Differences in the course of training in the event of non-gender typical career choice

Figure 3: Contract dissolutions and success rates by gender, Germany 2019 Foto-Download (Bild, 428 KB)

Group membership and the collective spirit do not, however, merely play a part in finding an occupation. Impacts may also be unfurled at the company for young women and men who find themselves in a minority situation by dint of a non-gender typical career choice. If such a minority situation causes them to call the behavioural standards of their own gender into question, this may lead to insecurities and subsequently cause greater social tensions within the framework of the training (cf. ALTHOFF 1992). The analyses of ALTHOFF show that growing differences between gender proportions in an occupation means that the differences in contractual dissolutions will increase to the detriment of the minority gender. ROHRBACH-SCHMIDT/ UHLY (2015) also carried out a more detailed study of the topic of contractual dissolutions, in which they were able to show that no major risk of contract dissolution is associated with gender alone but that the opposite probably applies in the event of non-gender typical VET.

This is also demonstrated in Figure 3. Dissolution rates for women are below those for men, except in typical male occupations. The difference displayed in the case of men in typical female occupations is, however, much more distinct. In this instance, the average dissolution rate is the highest by some considerable distance (34.8%). If we assume that the minority situation is exerting an effect, then such an impact is evidently more clearly pronounced in the case of men in female occupations.

As far as the course of training in overall terms is concerned, it is revealed that women in mixed occupations are the most successful. This occupational group has the lowest dissolution rate and also enjoys the highest success rate – more than 95 percent. While this also applies to men, it is to a lightly weaker extent. One surprising fact is that the men’s success rate in the typical female occupations is just as high as in the mixed occupations (92.5%). On the other hand, it is clear that no benefits emerge from their majority situation because male occupations are those in which they perform the worst (success rate of 90.1%). Women produce significantly better results in male occupations, where they achieve a success rate of 94.5%.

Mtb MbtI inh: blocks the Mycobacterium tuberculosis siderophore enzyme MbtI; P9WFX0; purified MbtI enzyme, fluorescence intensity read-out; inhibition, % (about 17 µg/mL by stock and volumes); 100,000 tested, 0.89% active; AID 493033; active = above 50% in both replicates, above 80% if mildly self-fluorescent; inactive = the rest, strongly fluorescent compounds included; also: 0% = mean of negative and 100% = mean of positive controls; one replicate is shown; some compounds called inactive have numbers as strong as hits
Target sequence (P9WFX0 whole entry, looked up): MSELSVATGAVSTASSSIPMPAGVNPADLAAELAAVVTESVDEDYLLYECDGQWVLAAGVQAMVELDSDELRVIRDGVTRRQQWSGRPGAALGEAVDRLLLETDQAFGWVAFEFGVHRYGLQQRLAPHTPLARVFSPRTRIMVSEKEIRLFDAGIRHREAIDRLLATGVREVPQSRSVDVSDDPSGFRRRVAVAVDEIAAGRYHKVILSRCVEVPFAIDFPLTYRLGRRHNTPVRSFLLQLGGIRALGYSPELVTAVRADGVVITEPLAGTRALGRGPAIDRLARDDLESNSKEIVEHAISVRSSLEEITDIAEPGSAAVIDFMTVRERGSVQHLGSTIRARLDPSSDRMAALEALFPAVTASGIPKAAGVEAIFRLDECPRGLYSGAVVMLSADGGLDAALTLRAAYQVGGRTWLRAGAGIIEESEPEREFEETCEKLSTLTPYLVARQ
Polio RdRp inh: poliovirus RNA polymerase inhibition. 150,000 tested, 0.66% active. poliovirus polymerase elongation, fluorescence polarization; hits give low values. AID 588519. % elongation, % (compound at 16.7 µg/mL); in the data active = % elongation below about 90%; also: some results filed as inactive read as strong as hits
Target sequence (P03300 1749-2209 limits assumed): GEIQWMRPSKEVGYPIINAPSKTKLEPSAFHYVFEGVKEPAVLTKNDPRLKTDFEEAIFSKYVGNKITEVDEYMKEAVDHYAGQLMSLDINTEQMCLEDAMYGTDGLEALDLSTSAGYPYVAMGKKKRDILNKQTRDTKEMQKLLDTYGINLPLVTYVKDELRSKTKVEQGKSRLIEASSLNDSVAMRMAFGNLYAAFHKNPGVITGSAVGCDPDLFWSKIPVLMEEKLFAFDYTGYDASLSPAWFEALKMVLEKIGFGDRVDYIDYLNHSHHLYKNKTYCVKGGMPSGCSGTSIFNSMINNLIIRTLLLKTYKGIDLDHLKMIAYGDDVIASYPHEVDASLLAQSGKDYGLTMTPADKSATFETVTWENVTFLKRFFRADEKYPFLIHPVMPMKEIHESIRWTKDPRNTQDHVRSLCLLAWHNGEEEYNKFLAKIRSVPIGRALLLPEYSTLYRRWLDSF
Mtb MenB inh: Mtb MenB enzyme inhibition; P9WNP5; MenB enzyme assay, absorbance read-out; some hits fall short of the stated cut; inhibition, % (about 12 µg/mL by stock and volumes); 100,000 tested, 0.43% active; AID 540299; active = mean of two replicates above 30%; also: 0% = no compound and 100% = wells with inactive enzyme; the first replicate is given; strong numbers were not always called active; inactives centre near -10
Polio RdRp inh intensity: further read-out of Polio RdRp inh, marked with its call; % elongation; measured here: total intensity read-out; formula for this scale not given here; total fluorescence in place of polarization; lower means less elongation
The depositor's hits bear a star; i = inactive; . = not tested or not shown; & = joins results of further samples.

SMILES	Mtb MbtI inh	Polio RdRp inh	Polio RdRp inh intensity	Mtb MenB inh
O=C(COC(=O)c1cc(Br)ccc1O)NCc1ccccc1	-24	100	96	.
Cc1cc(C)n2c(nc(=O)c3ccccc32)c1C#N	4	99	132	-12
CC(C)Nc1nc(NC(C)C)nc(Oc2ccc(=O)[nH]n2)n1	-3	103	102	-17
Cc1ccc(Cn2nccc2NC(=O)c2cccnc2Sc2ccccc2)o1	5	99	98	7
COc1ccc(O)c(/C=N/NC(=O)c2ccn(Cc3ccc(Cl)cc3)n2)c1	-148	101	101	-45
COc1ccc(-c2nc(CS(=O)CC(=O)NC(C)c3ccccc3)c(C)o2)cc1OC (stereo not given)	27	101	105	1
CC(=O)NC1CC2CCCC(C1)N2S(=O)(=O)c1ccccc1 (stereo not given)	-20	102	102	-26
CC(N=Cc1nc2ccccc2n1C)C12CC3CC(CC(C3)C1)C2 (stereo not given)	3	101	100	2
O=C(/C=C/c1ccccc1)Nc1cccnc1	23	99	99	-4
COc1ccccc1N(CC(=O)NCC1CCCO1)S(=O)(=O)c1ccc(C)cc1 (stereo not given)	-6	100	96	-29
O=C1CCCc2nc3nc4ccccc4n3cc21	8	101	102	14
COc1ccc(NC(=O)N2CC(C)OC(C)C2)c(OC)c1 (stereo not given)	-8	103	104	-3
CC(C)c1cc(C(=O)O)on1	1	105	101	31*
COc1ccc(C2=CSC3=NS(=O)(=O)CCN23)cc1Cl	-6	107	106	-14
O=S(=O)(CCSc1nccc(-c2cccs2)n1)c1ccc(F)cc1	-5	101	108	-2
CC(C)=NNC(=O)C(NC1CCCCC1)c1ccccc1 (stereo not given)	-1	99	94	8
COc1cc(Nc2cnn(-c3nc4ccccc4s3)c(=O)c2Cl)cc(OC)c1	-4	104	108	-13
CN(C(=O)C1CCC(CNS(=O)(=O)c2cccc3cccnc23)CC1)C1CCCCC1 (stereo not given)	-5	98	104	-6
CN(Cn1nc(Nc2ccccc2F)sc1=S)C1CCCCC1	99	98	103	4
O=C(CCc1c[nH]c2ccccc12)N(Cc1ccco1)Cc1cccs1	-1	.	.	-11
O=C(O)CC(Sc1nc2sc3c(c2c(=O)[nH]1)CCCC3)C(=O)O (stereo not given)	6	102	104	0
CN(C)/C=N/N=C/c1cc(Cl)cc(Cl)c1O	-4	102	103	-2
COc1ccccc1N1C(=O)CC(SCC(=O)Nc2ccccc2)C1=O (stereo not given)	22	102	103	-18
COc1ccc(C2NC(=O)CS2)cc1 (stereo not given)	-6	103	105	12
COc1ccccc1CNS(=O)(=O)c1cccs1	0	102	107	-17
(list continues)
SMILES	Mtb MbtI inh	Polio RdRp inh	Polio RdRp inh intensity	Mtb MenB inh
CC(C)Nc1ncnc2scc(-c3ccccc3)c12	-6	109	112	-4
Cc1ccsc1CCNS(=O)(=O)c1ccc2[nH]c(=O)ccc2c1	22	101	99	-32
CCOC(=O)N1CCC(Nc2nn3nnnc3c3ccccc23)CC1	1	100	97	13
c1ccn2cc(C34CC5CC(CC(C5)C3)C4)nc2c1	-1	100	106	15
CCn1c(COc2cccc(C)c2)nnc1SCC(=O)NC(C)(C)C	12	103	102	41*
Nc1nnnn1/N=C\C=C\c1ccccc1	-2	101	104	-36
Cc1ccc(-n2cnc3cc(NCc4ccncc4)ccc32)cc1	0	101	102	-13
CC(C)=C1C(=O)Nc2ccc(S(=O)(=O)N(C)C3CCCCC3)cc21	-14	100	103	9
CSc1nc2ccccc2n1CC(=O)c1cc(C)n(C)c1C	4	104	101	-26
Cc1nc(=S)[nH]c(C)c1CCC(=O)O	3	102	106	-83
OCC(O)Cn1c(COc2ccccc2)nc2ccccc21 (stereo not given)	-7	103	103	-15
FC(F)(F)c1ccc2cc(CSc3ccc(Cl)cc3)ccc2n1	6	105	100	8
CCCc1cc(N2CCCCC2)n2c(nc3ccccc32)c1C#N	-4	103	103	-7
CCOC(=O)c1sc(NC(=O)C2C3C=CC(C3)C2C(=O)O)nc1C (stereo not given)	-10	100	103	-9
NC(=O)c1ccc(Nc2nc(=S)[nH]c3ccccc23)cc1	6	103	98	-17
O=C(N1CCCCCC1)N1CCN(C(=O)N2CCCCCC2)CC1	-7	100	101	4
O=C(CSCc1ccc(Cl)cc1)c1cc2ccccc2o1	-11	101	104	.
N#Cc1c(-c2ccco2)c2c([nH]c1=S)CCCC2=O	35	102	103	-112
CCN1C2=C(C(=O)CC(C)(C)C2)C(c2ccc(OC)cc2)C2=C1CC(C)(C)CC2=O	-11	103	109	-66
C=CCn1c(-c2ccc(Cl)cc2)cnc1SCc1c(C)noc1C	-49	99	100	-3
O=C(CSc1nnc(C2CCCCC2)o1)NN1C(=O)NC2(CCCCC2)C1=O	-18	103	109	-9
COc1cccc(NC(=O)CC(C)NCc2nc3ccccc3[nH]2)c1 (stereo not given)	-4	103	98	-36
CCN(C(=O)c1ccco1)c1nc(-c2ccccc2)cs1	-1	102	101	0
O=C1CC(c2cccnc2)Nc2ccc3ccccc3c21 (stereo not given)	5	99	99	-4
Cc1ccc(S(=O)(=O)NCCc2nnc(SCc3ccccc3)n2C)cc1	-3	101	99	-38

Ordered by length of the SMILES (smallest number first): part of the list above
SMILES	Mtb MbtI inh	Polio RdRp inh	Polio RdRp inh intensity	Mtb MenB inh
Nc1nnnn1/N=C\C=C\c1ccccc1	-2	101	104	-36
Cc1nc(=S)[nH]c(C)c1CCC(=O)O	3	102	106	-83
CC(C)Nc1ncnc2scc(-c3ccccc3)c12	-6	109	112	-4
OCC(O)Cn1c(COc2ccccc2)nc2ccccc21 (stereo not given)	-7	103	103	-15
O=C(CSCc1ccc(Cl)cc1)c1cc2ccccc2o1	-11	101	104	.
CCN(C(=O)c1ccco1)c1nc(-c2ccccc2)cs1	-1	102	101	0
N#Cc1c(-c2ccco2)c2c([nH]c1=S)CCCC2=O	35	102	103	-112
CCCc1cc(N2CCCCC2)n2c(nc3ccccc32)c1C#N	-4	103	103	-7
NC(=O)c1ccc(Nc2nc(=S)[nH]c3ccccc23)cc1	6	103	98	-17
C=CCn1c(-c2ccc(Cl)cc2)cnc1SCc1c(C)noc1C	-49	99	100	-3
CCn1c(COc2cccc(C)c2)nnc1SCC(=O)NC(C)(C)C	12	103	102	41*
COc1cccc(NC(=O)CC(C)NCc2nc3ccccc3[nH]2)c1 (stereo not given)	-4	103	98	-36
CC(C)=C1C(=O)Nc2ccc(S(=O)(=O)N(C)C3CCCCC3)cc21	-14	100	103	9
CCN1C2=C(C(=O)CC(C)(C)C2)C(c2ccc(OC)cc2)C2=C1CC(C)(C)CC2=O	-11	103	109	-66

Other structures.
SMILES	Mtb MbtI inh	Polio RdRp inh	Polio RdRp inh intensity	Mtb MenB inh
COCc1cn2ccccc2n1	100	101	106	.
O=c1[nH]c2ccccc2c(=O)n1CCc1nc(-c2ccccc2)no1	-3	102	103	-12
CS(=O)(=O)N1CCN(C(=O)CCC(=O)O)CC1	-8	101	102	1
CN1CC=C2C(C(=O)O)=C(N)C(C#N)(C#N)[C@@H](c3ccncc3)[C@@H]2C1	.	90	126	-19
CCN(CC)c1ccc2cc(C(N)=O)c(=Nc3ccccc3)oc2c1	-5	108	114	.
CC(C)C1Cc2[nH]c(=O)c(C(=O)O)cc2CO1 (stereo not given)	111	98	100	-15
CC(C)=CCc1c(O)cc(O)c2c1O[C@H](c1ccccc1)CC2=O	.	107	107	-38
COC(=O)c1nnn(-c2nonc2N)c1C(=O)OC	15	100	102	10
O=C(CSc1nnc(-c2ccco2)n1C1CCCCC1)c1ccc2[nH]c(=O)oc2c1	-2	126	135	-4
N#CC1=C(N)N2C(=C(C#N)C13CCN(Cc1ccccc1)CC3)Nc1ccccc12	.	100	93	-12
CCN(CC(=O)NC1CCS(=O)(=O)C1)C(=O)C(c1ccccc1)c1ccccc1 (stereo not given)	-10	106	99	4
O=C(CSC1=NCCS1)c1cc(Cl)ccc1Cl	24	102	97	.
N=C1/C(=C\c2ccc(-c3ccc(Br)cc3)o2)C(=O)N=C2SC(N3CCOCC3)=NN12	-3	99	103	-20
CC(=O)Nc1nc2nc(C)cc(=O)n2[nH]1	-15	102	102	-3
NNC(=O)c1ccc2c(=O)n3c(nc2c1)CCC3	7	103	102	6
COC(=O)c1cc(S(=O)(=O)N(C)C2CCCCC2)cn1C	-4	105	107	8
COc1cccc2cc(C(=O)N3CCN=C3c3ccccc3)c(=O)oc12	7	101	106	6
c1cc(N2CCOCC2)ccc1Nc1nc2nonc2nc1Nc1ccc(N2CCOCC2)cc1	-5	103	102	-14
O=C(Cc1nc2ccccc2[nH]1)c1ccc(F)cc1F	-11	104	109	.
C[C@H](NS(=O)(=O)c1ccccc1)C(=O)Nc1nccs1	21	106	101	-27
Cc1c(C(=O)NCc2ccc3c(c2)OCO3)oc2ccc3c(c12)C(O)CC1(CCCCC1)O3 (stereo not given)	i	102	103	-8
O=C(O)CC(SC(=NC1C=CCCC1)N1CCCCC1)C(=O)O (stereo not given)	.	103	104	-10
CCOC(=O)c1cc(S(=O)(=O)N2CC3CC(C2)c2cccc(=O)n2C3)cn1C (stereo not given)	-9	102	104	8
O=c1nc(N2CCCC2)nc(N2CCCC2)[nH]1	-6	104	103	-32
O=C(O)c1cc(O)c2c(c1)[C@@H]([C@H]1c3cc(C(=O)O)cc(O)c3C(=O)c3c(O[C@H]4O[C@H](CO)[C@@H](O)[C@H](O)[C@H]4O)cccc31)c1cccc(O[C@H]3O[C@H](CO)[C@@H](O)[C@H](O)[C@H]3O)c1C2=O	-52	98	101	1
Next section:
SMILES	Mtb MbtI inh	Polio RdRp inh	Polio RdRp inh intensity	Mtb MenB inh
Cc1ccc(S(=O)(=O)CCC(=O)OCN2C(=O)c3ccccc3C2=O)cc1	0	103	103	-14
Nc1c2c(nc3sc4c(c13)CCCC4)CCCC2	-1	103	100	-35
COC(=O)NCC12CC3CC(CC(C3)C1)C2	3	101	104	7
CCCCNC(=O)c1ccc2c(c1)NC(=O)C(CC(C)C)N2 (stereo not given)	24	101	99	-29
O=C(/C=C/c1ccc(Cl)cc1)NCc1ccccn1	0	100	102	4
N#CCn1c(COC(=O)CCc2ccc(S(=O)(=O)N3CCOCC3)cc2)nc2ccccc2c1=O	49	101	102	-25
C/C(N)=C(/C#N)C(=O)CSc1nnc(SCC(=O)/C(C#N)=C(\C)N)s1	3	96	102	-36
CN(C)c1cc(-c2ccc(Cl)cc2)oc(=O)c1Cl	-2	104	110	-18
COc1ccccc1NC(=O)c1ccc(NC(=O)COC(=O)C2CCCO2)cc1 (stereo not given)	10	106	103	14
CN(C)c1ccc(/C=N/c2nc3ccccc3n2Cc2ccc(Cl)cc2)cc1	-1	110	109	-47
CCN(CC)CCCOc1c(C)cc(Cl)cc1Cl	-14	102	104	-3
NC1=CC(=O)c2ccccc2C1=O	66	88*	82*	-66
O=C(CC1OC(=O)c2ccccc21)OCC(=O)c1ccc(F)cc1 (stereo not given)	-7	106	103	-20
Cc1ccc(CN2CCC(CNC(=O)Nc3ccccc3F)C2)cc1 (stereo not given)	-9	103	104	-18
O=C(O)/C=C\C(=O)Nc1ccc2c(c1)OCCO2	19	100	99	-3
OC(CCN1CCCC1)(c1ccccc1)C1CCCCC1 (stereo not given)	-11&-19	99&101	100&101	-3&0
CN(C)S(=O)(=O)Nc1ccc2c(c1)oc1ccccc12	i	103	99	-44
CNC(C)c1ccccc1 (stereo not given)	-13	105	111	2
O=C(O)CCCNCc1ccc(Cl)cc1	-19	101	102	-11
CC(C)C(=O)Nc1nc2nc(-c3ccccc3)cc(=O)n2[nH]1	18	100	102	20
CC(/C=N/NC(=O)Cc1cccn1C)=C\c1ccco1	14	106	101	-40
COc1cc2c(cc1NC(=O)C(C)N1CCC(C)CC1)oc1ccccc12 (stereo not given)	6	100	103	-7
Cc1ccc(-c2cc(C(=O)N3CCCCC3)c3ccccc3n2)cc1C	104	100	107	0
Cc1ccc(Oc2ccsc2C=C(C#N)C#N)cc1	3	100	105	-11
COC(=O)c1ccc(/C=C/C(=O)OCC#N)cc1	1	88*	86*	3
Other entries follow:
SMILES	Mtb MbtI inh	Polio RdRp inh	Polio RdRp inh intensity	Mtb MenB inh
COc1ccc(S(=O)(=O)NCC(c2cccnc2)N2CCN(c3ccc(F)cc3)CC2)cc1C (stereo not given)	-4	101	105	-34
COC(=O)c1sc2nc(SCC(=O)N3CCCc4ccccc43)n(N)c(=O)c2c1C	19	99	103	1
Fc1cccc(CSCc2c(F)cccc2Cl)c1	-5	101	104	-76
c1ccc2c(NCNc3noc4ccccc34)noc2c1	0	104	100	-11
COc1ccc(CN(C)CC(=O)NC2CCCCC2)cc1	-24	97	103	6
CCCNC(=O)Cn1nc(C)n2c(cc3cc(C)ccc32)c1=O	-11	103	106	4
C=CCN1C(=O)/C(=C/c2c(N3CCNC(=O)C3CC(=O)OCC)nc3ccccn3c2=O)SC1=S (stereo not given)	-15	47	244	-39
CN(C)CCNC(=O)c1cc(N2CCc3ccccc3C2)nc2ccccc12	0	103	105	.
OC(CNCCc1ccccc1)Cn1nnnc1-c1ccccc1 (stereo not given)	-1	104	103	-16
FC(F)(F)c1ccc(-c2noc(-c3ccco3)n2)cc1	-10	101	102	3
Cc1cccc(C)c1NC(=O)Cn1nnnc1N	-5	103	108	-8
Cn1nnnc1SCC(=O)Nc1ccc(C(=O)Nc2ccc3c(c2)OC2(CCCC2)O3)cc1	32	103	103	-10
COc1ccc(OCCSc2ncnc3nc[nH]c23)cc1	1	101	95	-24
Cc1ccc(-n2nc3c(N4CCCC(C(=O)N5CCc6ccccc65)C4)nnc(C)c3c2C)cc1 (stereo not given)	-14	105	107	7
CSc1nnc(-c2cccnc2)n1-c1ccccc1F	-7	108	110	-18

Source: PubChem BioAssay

Reducing company obstacles and expanding young people’s view

The analyses show that the boundaries of typical gender domains – given the restrictions stated above – have been slowly but steadily softening in the dual VET system over the past few years. This development could continue into the future, even if the proportion of women in the dual system should fall further, if an increasing presence of women in male occupations and of men in female occupations is able to foster the process of finding an occupation in a non-gender typical way and if this process thereby increasingly loses its “non-typical” character. In future, this would reduce trainees’ prior reservations about discovering themselves to be the only woman or only man. If nothing else, this would be a desirable goal for men, since it has been shown that they face a significantly increased risk of contract dissolution in the event of a non-typical career choice.

All stakeholders involved will need to take part in driving forward this development. Family environment is one of the factors which plays a major role in finding an occupation. Studies prove that young adults usually seek out role models of the same gender and that many of these are to be found within their own families. This gender-stereotypical choice of role models is even more clearly pronounced amongst boys than amongst girls (cf. AESCHLIMANN/HERZOG/MAKAROVA 2015). For this reason, it is important that parents help their children to look beyond gender stereotypes when finding an occupation.

However, merely simplifying access to non-gender typical occupations will not be sufficient for the further breaking down of gender-specific occupational structures. The focus will also need to shift to factors within the company environment, especially with regard to the contract dissolution risk. Studies conducted in recent years have shown that companies still harbour reservations towards women in male occupations and men in female occupations (cf. BEICHT/WALDEN 2014; IMDORF 2005). These need to be further reduced in future.

In addition to this and with an eye to new and modernised training occupations, future investigations should take place as to whether and how action can be taken to counter the existing structural disparity of male, female and mixed occupations and to see whether occupational profiles can be more closely aligned to gender main streaming.


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(All links: status 1/12/2021)

Academic researcher at BIBB


Translation from the German original (published in BWP 4/2021): Martin Kelsey, GlobalSprachTeam, Berlin